Cranial Nerves - A Head Case

Created by:
Jeffrey Caplan 
Capistrano Unified 

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UCI Summer Science Institute WebQuests - 2001

Image taken from Yale University School of Medicine.  Copyright 1998, Yale Center for Advanced Instructional Media.

UCI Science WebQuests from all years


     The human nervous system is divided into the central nervous system (CNS), consisting of the brain and spinal cord, and the peripheral nervous system (PNS), everything outside the central nervous system.
     The peripheral nervous system is divided into 2 divisions: sensory division (afferent) and motor division (efferent). 
The sensory division transmits impulses from the sense organs (receptors) to the CNS.  The motor division transmits 
impulses from the CNS to muscles and glands (effectors).  The motor division has 2 subdivisions, the somatic nervous 
system, under conscious control or voluntary, and autonomic nervous system, controlling involuntary functions 
throughout the body.  The peripheral nervous system is composed of the spinal and cranial nerves.  The spinal nerves
carry impulses to and from the spinal cord.  The cranial nerves carry impulses to and from the brain.  These spinal and 
cranial nerves are a communication link all parts of the body.


1. Students will be able to explain the function and actions of the different cranial nerves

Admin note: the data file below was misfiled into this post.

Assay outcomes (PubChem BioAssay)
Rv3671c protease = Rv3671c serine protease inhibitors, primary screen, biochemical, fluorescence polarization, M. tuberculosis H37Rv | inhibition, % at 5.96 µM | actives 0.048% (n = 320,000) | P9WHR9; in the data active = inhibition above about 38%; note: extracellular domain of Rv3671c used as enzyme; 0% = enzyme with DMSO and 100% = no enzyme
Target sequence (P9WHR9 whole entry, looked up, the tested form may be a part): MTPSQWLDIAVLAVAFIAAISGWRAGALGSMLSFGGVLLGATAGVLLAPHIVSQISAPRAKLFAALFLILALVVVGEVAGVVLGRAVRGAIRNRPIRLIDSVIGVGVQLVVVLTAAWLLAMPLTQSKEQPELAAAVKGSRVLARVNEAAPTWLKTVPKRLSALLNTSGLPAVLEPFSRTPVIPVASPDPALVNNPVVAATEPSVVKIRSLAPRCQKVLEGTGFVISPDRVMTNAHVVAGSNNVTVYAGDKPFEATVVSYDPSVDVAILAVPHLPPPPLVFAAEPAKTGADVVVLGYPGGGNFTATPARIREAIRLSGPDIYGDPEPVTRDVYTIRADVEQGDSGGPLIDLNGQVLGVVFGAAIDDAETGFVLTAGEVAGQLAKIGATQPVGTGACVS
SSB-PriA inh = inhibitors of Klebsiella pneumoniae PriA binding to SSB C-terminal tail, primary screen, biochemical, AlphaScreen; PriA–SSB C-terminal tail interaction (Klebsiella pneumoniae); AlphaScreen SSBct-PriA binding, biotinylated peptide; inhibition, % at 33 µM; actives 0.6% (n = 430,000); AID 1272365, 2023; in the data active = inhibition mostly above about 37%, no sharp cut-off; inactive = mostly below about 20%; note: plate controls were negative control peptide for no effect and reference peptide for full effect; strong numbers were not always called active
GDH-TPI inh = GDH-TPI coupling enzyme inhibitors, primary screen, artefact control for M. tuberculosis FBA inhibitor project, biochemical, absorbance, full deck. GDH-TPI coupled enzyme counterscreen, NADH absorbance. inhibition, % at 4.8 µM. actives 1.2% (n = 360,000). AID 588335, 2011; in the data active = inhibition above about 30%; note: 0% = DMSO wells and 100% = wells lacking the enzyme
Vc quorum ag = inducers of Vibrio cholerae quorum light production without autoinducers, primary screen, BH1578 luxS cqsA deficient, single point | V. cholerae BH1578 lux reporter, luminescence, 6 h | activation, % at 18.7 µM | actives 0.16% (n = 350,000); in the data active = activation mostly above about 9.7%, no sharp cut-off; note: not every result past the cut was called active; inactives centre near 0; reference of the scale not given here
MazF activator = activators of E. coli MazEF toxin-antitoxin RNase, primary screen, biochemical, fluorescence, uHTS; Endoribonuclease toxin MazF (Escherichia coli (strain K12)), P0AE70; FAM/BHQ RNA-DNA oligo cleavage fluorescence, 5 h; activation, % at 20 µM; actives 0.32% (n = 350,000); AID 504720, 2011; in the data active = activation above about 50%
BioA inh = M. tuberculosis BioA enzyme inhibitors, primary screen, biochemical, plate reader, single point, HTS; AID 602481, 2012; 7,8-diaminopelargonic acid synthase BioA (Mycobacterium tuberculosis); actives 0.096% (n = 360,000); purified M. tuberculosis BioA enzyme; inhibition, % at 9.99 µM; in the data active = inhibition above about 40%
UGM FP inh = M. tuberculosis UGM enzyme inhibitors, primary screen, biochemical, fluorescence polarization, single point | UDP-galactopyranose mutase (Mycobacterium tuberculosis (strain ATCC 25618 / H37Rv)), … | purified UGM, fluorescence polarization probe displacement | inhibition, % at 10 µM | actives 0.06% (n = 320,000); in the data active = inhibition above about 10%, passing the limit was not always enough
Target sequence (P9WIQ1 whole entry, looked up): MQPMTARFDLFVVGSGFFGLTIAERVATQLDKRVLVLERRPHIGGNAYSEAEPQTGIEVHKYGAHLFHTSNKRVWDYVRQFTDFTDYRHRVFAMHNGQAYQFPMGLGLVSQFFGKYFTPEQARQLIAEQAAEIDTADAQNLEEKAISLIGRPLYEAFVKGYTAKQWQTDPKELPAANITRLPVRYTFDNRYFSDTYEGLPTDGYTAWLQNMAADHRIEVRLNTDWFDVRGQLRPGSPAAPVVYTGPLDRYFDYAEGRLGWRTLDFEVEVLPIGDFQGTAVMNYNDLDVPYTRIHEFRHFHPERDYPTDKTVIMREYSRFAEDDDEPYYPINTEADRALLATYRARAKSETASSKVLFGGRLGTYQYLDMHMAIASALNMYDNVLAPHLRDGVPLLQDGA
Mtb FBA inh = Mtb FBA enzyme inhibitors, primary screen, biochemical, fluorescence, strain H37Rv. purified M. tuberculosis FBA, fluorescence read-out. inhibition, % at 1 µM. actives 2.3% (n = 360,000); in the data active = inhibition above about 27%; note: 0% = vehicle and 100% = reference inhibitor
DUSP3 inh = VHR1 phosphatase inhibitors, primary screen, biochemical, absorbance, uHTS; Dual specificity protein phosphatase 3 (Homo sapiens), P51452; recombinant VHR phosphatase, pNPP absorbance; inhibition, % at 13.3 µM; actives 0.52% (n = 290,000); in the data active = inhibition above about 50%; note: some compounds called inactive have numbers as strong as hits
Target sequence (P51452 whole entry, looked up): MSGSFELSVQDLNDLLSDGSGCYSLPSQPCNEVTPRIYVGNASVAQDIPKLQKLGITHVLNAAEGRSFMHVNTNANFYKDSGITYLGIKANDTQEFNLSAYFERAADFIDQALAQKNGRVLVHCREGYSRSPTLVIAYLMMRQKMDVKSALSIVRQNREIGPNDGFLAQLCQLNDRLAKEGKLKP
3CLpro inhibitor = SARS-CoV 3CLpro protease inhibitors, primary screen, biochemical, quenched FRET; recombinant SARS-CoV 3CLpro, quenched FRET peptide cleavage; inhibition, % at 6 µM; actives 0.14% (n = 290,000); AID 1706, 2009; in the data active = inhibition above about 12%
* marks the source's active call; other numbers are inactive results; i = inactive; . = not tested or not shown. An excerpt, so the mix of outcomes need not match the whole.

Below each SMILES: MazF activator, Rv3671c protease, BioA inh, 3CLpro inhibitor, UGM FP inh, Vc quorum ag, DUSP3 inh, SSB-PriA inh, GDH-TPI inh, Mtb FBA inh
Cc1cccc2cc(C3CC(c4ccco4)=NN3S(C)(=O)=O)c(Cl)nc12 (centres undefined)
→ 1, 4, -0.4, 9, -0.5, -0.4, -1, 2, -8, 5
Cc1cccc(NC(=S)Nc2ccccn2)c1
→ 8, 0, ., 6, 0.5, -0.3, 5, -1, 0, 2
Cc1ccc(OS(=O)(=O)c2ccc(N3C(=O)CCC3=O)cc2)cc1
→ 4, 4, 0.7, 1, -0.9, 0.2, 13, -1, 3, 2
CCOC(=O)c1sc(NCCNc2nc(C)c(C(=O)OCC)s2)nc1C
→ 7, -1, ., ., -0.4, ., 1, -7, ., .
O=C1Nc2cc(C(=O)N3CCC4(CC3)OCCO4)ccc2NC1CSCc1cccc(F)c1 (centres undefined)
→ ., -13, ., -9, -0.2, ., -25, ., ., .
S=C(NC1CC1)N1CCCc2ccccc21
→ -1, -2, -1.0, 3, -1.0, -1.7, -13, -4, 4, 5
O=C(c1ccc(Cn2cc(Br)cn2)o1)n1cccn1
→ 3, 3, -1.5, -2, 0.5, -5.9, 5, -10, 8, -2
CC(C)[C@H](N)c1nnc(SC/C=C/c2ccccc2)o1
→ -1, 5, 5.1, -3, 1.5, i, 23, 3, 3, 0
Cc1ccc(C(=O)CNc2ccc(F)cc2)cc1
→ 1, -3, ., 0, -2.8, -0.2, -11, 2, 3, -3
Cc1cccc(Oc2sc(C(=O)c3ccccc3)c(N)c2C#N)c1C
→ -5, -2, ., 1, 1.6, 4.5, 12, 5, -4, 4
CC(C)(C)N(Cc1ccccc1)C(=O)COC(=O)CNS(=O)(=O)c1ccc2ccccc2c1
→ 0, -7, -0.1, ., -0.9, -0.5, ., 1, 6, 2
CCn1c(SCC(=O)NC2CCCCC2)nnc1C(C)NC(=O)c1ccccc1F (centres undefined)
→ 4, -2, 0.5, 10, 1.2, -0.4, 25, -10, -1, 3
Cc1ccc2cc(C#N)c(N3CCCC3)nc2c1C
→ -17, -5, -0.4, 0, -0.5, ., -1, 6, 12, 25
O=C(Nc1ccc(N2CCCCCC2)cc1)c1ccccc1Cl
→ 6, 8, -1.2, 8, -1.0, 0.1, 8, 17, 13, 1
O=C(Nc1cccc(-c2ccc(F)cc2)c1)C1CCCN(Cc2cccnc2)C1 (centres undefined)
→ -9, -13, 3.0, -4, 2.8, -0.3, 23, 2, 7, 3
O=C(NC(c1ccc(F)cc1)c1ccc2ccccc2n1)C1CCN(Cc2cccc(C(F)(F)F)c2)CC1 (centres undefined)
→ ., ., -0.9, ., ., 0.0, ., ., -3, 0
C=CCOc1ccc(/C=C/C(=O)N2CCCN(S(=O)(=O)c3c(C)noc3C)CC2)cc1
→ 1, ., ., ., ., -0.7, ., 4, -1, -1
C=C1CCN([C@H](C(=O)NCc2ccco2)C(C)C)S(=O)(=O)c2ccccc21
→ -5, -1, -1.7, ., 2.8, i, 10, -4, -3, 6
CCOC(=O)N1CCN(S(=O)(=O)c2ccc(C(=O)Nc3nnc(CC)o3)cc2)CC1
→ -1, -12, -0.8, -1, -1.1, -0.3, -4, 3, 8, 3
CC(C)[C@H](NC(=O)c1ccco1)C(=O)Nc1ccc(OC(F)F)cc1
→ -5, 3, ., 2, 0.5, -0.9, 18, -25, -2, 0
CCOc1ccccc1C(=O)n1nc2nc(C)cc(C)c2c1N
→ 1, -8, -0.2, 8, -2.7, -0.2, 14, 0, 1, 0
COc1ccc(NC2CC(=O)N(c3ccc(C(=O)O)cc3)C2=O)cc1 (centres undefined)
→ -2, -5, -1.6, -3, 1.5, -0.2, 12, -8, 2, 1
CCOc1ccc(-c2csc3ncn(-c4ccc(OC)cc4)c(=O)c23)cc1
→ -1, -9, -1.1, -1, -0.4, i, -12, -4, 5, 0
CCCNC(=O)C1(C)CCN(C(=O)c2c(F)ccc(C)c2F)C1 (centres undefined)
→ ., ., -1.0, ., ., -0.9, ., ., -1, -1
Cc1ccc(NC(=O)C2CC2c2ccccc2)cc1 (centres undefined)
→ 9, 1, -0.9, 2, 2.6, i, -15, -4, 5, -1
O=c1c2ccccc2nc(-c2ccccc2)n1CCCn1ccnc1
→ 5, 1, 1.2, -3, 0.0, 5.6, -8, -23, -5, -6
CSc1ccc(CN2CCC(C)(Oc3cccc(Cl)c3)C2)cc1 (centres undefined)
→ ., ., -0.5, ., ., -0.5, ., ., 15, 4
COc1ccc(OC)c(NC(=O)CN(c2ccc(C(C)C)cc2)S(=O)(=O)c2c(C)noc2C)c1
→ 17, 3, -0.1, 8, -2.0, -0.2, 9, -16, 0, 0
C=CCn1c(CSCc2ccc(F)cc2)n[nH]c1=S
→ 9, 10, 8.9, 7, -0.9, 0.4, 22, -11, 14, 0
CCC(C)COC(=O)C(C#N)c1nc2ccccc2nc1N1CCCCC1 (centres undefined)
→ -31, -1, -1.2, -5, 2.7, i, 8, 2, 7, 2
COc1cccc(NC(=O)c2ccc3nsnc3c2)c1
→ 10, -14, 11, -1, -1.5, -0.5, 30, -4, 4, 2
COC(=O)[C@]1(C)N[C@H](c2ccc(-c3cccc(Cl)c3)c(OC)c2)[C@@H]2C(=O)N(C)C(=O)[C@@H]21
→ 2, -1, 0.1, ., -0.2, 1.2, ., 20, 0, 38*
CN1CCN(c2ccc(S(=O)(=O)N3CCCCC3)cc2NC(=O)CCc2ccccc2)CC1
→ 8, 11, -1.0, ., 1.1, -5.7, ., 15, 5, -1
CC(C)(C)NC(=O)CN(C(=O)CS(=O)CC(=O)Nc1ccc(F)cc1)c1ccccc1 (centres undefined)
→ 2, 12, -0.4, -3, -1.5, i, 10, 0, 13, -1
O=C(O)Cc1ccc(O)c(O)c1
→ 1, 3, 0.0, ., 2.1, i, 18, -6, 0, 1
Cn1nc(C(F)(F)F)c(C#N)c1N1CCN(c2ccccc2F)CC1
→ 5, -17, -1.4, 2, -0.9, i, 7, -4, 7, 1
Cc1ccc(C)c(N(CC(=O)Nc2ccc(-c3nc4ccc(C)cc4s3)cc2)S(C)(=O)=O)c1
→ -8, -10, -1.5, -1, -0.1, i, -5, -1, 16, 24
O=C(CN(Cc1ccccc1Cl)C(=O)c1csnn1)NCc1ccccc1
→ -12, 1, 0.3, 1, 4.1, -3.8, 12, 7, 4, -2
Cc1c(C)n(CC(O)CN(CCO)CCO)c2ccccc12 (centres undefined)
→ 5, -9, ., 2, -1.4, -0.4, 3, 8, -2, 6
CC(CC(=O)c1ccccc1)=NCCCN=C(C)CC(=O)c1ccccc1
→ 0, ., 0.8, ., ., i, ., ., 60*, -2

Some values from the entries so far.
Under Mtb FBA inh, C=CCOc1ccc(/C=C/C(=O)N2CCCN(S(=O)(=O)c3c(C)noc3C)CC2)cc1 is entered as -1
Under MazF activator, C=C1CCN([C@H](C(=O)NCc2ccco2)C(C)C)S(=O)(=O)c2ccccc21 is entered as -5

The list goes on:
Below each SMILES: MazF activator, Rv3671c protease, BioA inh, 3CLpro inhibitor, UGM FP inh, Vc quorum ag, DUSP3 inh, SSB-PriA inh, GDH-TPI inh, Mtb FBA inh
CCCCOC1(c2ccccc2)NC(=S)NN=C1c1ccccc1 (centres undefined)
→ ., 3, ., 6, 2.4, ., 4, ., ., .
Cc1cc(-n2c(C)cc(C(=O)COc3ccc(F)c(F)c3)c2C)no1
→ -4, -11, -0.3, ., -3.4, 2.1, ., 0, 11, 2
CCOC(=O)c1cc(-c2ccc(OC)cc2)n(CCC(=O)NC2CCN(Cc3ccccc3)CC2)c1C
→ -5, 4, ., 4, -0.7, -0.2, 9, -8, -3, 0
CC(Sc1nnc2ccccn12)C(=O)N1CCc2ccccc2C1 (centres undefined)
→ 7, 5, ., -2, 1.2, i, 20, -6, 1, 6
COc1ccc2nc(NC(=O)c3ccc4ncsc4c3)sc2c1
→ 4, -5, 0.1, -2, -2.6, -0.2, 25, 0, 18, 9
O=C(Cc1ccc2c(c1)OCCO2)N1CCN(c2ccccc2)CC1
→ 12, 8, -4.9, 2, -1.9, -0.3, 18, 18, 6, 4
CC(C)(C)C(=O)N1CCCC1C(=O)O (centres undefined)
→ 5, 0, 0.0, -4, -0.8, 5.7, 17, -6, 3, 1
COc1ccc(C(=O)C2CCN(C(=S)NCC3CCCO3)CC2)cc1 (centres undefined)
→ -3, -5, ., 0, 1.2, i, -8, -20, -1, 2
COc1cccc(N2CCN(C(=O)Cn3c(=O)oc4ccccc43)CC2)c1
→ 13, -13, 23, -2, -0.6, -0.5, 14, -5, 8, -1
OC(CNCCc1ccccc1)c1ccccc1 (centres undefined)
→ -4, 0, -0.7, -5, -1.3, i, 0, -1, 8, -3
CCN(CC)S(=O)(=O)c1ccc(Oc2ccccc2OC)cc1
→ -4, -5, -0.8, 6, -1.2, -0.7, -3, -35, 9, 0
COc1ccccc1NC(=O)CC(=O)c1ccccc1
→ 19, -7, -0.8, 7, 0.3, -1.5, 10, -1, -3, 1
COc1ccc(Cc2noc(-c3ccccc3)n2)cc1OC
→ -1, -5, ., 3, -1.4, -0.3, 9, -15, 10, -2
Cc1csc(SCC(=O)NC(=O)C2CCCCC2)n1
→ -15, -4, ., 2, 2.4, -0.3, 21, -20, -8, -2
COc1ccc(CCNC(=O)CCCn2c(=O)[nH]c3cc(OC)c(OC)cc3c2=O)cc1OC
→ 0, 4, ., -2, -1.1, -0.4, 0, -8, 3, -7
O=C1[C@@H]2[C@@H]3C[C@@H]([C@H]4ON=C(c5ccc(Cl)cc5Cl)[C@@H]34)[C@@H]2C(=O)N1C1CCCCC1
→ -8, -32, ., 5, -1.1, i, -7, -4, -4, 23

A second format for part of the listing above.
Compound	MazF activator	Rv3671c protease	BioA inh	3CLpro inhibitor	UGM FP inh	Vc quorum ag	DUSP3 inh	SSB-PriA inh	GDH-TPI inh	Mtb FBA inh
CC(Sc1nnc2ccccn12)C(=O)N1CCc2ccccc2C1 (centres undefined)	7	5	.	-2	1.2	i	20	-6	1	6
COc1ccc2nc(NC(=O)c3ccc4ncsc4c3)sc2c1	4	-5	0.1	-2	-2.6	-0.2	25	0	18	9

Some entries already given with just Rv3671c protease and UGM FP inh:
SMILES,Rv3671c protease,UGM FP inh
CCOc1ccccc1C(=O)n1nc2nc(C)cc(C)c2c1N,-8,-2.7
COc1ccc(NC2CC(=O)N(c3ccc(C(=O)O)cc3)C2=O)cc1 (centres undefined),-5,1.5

of the peripheral nervous system.
2. Students will complete the activities in order to the determine which cranial nerve corresponds 
    to the action of each nerve.
3. Students will participate in a lab demonstrating the function of each cranial nerve.
4. Students will create a graph from the Stroop Effect calculating the female vs. male averages.

Resources Needed:

Computer with Internet access and iInternet savvy Instructor

Your Task:

Read the information on the cranial nerves and complete the quizzes for practice.
Complete the following lab activities on the cranial nerves.
Complete the Stroop Effect activty at the Ontario Science Centre's WebSite. Click on the SciZone at top of the page, and select the stroop effect from the Your Mind Section.

Have fun and experiment
Test yourself several times. Let others try the test.
Do you see any improvement with practice?

Keep a record or graph your results if you like.
Do the first test three times and record the data in the table. 
Calculate your average.
Complete the second test three times and record your data in the table.
Create a graph comparing each student's average.
You may want to compare results for both males and females.

Feel feel to explore any of the wonderful activities on the Ontario Science Centre's site.

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August 10, 2001
Revised August 4, 2002
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